A periodic review of articles, newsletters, and podcasts that I found interesting, inspiring, or otherwise worth remembering.
Scott Hanselman (host), Hanselminutes. Finding Your Path to Technology with Krystal Maughan (September 23, 2021)
Ken Norton, Bring the Donuts. Reflecting on a Career in Product Management (October 28, 2021)
Fall in love with problems, not solutions. As a PM, it’s easy to see a problem and snap to a solution. That’s what product management is, after all. But if rather than falling in love with the solution, you learn to love problems, you’ll find a steady stream of opportunities for innovation. Even better, you’ll be open-minded and let the problem guide your solution.
Don’t let gaps form between you and your customers and between you and the builders. I’m wary of trends to segment product management across different subspecialties because they often result in new layers forming between these two crucial constituencies (the “product owner” trend is probably the most egregious example of this). If you let a gap open up between you and the customer or you and the builders, you’re not going to be able to do the job.
Hold the door open behind you. As a white man, I’ve benefited from a lot of privilege. That doesn’t mean things were always easy for me or that I didn’t work hard.... But for every closed door I had to open, I must acknowledge that to someone who didn’t look like me, that same door was not only closed but locked and barred. The future depends on the tech industry becoming more diverse and inclusive. If we’re going to build products for the world, our teams need to look like the world.
Web Smith, 2PM. Class System: The Internet is Reshaping Class (October 22, 2021)
Just 82 years ago, before the G.I. Bill, the mass adoption of the automobile, or the advent of the American suburbs, technology steered us into a new definition of class. It seems to be doing so again. The great divide is between those who can afford a life of remote leisure and on-demand commerce and service. And then there will be the Americans who service this commerce-driven future. The rest of us will be steered in either direction until the last of the Middletons are nowhere to be found.
Rae Ellen Bichell, KHN. Bill of the Month: How Billing Turns a Routine Birth Into a High-Cost Emergency (October 27, 2021)
Some hospitals provide that package of services via an “obstetrical emergency department.” OB-EDs are licensed under the main Emergency Department and typically see patients who are pregnant, for anything from unexplained bleeding to full-term birth. They bill like an ER, even if they aren’t physically located anywhere near the ER.
Health care staffing company TeamHealth — owned by the investment company Blackstone, and known for marking up ER bills to boost profit — essentially says an OB-ED can be as simple as a rebranded obstetrical triage area. In a white paper, the company said an OB-ED is an “entrepreneurial approach to strengthening hospital finances” because with “little to no structural investment” it allows hospitals to “collect facility charges that are otherwise lost in the obstetrical triage setting.”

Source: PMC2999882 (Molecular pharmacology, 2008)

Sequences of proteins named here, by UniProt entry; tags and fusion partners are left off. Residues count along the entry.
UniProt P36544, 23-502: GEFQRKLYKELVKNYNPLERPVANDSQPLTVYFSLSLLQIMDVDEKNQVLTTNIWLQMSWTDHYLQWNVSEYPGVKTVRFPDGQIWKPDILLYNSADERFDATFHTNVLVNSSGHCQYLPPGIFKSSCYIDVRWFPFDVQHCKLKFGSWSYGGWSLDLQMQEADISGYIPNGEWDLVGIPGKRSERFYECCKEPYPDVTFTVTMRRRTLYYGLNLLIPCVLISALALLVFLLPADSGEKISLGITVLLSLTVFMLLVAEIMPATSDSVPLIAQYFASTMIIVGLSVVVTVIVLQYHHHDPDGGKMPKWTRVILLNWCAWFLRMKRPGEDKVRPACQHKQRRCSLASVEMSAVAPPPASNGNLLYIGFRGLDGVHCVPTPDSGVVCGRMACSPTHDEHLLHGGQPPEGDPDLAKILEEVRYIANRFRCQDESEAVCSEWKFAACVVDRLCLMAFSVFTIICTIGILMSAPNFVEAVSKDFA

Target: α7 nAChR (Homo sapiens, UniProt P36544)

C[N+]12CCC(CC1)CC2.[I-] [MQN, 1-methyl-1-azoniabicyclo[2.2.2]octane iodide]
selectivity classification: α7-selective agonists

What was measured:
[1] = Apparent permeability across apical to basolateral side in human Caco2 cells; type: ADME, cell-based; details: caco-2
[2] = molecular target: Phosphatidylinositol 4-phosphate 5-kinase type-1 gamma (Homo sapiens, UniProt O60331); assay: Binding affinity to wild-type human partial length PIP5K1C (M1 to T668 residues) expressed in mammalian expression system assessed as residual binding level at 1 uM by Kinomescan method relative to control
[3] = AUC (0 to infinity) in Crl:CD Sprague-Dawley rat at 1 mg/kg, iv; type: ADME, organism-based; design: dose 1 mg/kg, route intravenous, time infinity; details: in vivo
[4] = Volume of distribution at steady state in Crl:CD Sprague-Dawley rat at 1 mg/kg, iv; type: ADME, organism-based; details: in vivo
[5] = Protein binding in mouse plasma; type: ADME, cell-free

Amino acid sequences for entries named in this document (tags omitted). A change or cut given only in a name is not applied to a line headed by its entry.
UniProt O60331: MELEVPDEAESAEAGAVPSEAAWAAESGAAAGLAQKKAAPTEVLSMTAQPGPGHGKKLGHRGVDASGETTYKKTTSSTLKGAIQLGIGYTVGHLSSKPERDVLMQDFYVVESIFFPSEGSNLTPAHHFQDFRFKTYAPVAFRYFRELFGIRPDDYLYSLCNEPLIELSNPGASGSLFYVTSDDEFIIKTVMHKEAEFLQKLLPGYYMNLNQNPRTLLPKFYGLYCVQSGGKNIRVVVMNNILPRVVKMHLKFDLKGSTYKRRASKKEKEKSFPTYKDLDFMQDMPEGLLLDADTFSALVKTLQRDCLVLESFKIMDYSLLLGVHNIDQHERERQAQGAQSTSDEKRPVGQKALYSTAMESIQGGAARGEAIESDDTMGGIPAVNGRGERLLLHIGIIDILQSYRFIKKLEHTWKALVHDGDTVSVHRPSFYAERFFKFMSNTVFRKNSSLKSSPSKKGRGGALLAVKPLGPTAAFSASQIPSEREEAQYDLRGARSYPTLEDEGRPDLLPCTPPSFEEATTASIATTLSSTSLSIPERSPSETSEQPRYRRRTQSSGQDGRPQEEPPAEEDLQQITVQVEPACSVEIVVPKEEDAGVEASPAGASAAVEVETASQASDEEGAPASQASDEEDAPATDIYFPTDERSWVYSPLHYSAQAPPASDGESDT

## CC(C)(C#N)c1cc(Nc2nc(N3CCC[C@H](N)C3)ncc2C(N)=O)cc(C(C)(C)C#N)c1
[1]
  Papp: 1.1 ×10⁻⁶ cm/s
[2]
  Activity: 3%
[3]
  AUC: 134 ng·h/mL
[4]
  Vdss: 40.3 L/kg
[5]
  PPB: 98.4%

The Takeaway: Anything in our health system labeled as an emergency room service likely comes with a big additional charge.
Expectant parents should be aware that OB-EDs are a relatively new feature at some hospitals. Ask whether your hospital has that kind of charge and how it will affect your bill. Ahead of time, ask both the hospital and your insurer how much the birth is expected to cost.
Joseph Delaney, West Coast Stat Views (on Observational Epidemiology and more). Lessons from the Russian Steppe (October 28, 2021)
Delaney's thoughts on "Russian mortality trends for 1991-2001: analysis by cause and region"
It is worth noting that the largest changes occurred among those residents who were old enough to be invested in the system and would need to start over when their whole economy change.
What if other shocks - such as the flight of manufacturing jobs from the United States to Asia and elsewhere - were factors in similar declines in life expectancy?
... I think the main point here is that economic disruption without some form of compensation on the losers of the new rules may have serious impacts including on health.
AnnE Diemer, Stripe Atlas Guides. Recruiting outside of your personal network (no publication date)
The amount of time you devote to recruiting is up to you. At Stripe, we encourage our hiring managers to spend some time every day on recruiting. Some hiring managers prioritize up to two hours a day on building their pipeline, particularly when they are actively hiring. However, even when you aren’t actively hiring, I would recommend taking 20-30 minutes every day to reach out to candidates and build your network. Set this as an event in your calendar and treat it as you would any other priority so that it becomes a habit.